While digital life races ahead, the rest of our life, from law to business, struggles to keep up. Business strategists, lawyers, judges, regulators, and consumers have all been left behind, scratching their heads, frantically trying to figure out what they can and can't do. Some want to bring innovation to a standstill (or at least to slow it down) through lawsuits and regulation, so they can catch their breath. Others forge madly ahead, legal consequences be damned.
In The Laws of Disruption, Larry Downes, author of the best-selling Unleashing the Killer App, provides an invaluable guide for these confusing times, exploring nine critical areas in which technology is dramatically rewriting the rules of business and life. The Laws of Disruption will help business owners and managers understand not only how to avoid being blindsided by customer rebellion, but also how to benefit from it. It will teach lawyers, judges, and regulators when to keep their hands off the system, and it will show consumers the consequences of their digital actions. In the gap created by the Law of Disruption, golden opportunities await those who move quickly.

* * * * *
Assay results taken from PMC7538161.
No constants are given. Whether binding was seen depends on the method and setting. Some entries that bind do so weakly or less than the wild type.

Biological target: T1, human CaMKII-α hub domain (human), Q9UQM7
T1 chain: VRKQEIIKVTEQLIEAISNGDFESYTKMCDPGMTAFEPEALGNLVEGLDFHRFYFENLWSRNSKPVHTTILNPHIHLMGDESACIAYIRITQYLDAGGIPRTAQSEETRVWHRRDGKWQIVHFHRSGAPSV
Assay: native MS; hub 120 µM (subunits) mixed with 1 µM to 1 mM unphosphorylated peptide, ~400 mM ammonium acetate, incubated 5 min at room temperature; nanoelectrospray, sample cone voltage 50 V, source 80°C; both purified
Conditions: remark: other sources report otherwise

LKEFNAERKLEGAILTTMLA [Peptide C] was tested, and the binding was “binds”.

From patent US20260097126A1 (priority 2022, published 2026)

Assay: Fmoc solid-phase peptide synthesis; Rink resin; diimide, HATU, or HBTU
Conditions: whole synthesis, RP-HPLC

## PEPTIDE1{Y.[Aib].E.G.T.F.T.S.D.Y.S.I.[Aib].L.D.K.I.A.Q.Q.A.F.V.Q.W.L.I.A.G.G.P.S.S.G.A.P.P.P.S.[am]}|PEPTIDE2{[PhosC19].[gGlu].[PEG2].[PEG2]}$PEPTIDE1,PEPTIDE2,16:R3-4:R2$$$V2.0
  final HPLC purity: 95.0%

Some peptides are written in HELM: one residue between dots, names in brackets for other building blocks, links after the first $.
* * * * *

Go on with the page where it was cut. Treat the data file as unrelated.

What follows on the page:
This is a brisk walk through plenty of issues in emerging commerce. I teach business law, and find it useful in its "general survey" sort of approach and level of detail. I don't always agree with the author's embedded opinions, and I see (I would argue) gaps in his reasoning, but I guess that is a compliment, as I would call it thought-provoking. It does at least identify important issues, and often at least broadly points out different sides. This is a fine refresher and a boost to my work.
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